Hong Kong and Philadelphia had little in common save for the fact that both cities were deeply conscious of having passed their prime and were vulnerable to cheap highs. In any case, the way Philly took to smack, Hong Kong was falling prey to a particularly deranged case of the global Internet-stock addiction. The fact that Hong Kong had no Internet companies—or software companies, hardware companies, engineers, etc.—was a technicality. Opportunistic moneymen easily sidestepped this obstacle thanks to the rich supply of toy companies and trading firms listed on the Hong Kong Stock Exchange. A wealthy investor would simply buy out the small business owner, “inject” some “Internet assets” into the company—some URLs, maybe a server or two—pay himself a fee, and watch the stock explode. The fault lines of irrational exuberance were running through most of the mature economies of the world; Hong Kong’s Internet craze just seemed a few orders of magnitude more parodic than anything Silicon Valley ever came up with. Small-time shopkeepers who still did their bookkeeping with abacuses lined up by the thousands outside brokerage houses for shares in the latest new “Internet” offerings, even as most residents had never used the Internet in 1999 (though many learned how when they realized it could be used to trade Internet stocks). A local newspaper, the Hong Kong Standard, rebranded itself the Hong Kong iMail.

I worked at the Asia headquarters of Time magazine, where I wrote a daily Internet column chronicling the lunacy of the Asian markets—a subject about which I had no expertise, but that clearly was not stopping anyone. I should state here that my own company, Time Warner, which owned some of the world’s biggest magazines and HBO and one of America’s most venerable movie studios, was during this time acquired by AOL, a dial-up chat-room business that the market had, in its wisdom, decided was worth $163 billion, in large part because it had so few clunky “old economy” assets weighing down its stratospheric prospects for growth. That transaction seemed the platonic ideal of the rational market at work next to the epically shameless charlatanism I had to write about.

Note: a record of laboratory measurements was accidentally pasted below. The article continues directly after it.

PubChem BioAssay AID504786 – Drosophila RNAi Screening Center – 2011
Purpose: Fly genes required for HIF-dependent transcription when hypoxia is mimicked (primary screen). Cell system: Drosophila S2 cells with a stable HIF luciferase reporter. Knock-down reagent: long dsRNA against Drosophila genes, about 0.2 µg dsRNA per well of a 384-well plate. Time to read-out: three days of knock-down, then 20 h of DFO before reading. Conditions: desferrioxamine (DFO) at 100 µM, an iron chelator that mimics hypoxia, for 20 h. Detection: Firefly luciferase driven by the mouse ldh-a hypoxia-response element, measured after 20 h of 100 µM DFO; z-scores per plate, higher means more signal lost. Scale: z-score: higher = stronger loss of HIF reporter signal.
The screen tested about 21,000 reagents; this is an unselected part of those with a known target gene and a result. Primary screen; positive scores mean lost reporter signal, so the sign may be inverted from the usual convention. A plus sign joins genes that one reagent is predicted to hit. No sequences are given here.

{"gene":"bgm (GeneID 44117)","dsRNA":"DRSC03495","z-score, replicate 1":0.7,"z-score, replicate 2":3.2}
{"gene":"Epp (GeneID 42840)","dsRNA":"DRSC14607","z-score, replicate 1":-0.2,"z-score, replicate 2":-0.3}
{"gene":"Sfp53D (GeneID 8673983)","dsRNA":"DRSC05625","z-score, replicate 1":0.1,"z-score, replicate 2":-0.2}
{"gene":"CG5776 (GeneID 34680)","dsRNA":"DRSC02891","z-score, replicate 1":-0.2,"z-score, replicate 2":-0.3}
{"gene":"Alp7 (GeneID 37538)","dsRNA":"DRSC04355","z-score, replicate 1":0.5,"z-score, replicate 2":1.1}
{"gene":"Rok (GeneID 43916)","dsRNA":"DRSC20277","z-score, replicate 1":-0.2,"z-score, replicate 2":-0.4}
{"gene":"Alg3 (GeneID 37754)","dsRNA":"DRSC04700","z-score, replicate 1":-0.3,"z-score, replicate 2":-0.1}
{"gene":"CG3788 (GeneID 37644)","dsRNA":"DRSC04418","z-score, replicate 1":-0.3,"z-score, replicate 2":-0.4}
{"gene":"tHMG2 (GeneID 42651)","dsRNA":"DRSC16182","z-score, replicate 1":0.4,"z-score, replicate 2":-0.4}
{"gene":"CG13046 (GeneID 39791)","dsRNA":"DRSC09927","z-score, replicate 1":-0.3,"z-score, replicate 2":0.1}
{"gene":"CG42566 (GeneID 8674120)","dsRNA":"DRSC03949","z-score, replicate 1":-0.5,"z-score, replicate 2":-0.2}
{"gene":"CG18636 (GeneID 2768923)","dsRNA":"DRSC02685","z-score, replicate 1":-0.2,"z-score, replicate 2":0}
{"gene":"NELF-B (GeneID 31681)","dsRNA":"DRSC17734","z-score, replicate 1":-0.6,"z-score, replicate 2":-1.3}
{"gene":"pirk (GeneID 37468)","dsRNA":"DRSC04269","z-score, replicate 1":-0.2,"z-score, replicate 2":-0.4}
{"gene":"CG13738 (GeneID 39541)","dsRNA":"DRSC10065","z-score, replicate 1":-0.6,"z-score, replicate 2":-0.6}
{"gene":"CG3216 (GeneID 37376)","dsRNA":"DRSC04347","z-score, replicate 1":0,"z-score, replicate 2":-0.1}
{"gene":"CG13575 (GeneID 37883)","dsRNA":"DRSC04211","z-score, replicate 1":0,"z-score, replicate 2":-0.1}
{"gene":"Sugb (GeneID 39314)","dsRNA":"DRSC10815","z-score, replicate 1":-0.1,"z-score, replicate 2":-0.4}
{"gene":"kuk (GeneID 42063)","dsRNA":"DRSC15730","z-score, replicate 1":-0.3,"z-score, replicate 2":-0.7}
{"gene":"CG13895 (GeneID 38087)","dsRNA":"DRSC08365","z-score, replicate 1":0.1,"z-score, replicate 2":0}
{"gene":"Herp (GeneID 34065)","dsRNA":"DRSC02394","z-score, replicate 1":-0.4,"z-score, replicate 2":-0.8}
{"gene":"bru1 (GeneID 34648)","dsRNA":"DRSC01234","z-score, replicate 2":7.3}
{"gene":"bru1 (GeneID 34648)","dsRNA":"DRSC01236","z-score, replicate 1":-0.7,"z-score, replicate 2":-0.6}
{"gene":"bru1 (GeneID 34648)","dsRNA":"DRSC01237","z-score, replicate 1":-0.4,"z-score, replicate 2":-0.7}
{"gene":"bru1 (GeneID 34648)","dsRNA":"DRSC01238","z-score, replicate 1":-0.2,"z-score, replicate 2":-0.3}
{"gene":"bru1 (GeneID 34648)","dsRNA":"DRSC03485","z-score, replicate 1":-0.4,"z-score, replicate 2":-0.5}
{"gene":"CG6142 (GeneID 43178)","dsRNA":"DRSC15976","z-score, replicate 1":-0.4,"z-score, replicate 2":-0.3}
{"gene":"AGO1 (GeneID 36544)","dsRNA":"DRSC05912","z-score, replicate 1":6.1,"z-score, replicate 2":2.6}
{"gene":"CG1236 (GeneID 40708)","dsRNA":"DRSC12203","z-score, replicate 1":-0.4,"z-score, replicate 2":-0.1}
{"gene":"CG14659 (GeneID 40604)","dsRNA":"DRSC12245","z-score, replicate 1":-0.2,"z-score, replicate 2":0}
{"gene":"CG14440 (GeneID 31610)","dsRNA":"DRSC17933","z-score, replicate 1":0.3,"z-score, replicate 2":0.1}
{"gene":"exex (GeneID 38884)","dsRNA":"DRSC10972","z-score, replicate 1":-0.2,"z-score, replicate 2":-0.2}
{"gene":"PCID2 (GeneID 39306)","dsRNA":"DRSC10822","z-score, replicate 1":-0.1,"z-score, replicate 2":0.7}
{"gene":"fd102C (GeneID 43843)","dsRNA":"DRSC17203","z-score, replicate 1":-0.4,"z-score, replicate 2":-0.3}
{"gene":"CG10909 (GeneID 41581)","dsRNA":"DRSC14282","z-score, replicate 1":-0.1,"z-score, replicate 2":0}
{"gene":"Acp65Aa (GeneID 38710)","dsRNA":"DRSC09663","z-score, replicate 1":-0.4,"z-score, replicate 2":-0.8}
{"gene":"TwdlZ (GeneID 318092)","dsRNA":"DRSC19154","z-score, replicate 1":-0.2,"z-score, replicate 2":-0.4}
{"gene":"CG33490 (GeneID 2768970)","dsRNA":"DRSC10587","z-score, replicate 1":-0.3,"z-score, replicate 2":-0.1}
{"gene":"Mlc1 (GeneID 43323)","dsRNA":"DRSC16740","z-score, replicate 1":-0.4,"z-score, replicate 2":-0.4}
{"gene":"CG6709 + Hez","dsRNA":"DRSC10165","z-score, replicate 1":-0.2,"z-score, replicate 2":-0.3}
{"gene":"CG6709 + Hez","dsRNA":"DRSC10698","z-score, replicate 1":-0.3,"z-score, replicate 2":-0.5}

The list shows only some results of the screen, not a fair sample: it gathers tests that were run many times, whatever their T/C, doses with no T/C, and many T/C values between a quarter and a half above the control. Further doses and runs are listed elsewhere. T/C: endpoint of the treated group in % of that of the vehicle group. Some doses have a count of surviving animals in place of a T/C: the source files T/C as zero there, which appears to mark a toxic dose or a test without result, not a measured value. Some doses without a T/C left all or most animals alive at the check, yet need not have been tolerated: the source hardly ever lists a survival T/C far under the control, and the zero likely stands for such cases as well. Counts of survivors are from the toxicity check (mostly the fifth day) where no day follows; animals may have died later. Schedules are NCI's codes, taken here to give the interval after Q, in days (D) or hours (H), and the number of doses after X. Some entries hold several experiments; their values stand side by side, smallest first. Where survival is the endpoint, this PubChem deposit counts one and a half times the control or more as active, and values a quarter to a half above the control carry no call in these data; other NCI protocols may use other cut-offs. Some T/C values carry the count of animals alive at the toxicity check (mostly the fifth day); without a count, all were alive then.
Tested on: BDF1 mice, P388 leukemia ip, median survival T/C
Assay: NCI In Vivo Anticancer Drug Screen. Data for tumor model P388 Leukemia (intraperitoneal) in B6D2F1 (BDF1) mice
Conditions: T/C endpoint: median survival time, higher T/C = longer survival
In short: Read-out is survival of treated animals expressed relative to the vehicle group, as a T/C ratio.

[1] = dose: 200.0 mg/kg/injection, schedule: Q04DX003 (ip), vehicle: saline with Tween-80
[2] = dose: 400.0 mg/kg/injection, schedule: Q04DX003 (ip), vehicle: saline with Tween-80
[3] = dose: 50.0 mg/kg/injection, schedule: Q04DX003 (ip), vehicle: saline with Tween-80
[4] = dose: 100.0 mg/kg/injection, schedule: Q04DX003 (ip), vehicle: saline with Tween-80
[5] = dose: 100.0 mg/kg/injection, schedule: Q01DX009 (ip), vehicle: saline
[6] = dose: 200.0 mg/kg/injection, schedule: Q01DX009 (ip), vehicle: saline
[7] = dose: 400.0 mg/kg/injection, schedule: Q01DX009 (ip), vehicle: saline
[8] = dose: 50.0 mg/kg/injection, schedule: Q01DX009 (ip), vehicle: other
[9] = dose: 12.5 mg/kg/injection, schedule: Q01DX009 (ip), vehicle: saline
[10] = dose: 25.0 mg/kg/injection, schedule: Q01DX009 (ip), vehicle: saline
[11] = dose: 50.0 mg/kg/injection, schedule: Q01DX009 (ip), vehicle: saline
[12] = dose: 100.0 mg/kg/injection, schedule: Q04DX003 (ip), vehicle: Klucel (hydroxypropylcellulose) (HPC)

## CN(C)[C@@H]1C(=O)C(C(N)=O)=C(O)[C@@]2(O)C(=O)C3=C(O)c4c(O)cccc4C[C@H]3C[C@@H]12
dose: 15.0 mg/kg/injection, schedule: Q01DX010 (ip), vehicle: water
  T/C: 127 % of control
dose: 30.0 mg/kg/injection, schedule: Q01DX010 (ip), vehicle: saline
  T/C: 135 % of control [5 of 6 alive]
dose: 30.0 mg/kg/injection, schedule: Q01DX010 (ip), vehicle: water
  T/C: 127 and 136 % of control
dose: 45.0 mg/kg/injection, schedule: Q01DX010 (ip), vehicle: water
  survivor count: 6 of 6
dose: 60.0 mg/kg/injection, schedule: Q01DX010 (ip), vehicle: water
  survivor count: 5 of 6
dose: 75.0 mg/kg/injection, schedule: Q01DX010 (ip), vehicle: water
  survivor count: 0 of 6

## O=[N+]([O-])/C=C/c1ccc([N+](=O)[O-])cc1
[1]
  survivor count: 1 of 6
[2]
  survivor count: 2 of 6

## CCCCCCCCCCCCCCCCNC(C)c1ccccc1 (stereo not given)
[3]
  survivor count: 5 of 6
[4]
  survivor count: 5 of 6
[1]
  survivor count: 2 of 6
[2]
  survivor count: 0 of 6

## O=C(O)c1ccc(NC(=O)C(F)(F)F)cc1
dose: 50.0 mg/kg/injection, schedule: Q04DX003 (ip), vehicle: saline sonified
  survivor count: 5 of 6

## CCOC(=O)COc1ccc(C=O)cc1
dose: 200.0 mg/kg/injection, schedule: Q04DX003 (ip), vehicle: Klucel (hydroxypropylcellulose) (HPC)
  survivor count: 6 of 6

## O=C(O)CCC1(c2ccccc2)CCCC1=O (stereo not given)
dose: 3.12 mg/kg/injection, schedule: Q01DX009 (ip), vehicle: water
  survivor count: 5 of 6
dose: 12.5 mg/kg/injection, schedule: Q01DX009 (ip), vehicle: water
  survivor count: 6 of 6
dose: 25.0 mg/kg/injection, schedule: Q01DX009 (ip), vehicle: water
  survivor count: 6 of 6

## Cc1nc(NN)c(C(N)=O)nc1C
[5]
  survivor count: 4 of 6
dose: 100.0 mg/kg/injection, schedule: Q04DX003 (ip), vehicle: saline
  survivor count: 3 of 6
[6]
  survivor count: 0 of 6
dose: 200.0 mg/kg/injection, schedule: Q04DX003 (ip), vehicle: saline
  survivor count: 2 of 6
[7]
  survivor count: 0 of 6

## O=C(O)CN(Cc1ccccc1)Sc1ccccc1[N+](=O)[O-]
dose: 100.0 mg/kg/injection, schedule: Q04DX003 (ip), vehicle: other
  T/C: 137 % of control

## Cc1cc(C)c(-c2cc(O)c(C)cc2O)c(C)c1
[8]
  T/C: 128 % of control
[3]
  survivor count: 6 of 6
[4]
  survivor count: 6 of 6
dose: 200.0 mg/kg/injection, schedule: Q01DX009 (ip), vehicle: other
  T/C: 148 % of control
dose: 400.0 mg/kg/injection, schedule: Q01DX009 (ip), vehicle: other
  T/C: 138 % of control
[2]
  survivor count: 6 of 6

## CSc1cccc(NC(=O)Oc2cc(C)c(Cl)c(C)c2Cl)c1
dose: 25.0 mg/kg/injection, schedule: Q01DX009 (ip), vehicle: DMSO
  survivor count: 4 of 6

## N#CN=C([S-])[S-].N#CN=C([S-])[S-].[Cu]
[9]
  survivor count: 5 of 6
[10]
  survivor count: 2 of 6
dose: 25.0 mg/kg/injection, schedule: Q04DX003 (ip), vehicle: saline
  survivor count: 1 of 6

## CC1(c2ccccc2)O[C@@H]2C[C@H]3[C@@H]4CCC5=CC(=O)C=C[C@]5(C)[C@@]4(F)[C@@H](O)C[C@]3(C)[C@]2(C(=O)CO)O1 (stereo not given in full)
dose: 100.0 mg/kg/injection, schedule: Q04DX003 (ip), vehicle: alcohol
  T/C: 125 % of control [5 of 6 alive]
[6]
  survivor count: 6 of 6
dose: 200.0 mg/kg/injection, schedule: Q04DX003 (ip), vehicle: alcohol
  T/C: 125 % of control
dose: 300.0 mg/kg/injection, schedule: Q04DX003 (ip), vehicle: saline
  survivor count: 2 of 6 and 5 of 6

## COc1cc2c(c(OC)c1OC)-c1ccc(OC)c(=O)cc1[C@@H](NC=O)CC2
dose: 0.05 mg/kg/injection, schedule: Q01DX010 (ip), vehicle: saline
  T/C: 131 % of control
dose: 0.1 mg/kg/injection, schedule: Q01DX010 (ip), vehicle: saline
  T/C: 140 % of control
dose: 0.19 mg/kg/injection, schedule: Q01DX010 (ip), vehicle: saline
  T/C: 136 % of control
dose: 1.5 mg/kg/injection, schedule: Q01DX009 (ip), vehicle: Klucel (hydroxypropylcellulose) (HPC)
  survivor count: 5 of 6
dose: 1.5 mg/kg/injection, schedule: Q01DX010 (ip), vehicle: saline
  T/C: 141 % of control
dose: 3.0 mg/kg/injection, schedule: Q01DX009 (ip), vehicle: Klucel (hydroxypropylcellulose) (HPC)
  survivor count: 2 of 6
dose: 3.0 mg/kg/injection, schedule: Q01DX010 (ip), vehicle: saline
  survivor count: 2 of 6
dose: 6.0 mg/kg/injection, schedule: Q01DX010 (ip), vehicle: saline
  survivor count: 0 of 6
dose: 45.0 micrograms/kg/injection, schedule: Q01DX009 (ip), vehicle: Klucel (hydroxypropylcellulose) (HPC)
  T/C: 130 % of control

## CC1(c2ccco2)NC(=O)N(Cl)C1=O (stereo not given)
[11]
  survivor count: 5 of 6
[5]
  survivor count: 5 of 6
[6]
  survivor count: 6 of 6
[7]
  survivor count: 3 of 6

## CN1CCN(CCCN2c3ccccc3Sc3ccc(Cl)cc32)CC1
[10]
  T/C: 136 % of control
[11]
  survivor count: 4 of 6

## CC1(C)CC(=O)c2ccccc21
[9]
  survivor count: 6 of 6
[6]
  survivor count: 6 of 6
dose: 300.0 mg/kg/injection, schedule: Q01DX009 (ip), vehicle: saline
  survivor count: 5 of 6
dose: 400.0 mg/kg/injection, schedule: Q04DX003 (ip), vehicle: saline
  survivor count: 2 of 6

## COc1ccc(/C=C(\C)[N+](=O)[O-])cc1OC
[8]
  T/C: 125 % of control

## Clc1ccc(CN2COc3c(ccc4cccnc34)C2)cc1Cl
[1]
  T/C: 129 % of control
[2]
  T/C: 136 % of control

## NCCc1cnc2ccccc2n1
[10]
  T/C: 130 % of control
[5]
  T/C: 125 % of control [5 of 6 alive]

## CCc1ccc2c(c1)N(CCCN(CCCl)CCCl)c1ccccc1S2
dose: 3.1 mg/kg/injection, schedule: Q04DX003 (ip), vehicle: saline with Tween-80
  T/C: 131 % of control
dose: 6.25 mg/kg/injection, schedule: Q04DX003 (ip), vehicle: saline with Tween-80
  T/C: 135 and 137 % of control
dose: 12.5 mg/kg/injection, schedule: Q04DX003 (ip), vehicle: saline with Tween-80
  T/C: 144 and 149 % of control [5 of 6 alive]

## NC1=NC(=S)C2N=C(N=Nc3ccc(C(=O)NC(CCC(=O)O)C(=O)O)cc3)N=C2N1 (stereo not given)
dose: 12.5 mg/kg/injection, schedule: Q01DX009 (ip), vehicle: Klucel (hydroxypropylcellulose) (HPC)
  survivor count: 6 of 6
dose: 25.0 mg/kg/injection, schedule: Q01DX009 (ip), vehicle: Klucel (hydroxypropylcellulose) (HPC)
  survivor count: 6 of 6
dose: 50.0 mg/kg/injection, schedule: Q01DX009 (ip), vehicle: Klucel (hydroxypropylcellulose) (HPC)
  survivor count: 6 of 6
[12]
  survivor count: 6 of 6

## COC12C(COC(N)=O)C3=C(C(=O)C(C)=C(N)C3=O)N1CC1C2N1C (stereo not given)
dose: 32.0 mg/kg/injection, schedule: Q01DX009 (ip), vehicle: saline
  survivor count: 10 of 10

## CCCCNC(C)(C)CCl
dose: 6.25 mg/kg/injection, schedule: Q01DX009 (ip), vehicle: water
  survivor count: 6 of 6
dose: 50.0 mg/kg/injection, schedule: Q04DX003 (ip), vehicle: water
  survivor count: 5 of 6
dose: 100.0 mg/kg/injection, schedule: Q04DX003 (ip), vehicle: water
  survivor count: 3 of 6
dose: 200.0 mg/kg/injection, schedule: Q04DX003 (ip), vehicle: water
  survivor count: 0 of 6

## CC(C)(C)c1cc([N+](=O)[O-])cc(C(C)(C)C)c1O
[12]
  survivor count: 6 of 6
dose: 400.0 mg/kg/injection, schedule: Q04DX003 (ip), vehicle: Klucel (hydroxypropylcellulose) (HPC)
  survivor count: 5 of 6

Within a year I had developed enough of a “following” to warrant being offered a gig at double my salary with an Internet startup, and a two-page profile in the aforementioned iMail followed soon. My friend Stephen, a British film writer, was quoted marveling over the “minor celebrity-cult status” I had built up in such a short time.

I left Hong Kong shortly after the story ran, for no particular reason other than a psychic nausea over how easy it had been to achieve as much as I had wanted there. It took a few months, but by the spring of 2001, I found a reporting spot in the Los Angeles bureau of The Wall Street Journal.

By this point, I had begun to develop a theory, partly by virtue of having experienced that one meaningful failure and one meaningless success, about generally what was wrong with the world and increasingly with the industry—journalism—that was attempting to convey it. I just didn’t know yet what I knew, and so this story stretches on for another nine years.

What I sensed was that while the laws of supply and demand governed everything on earth, the easy money was in demand—manufacturing it, manipulating it, sending it forth to multiply, etc. As a rule of thumb (and with some notable exceptions), the profit margins you could achieve selling a good or service were directly correlated to the total idiocy and/or moral bankruptcy of the demand you drummed up for it.

This was easier to grasp if you were in the business of peddling heroin, Internet stocks, or celebrity gossip; journalists, on the other hand, were at a conspicuous disadvantage when it came to understanding their role in this equation. In the past, newspapers had made respectable margins selling a non-inane product largely because people had little choice but to herald their sublets and white sales alongside the journalists’ tales of human suffering/corporate corruption/government ineptitude. The times were prosperous enough that much of the print media even chose to abstain from taking a share of the demand-creation campaigns of liquor and tobacco brands in the seventies and eighties. Indeed, journalism, it went without saying, was about delivering important information about the world—information people (and democracy!) needed, whether they knew it or not. That journalism’s ability to deliver that information—to fill that need—ultimately depended, to an unsettling degree, on the ability to create artificial demand for a lot of stuff that people didn’t actually need—luxury condos, ergonomically correct airplane seats, the latest celebrity-endorsed scent—was an afterthought at best, at least in the newsroom.

Maureen Tkacik is (still) a writer who lives in New York.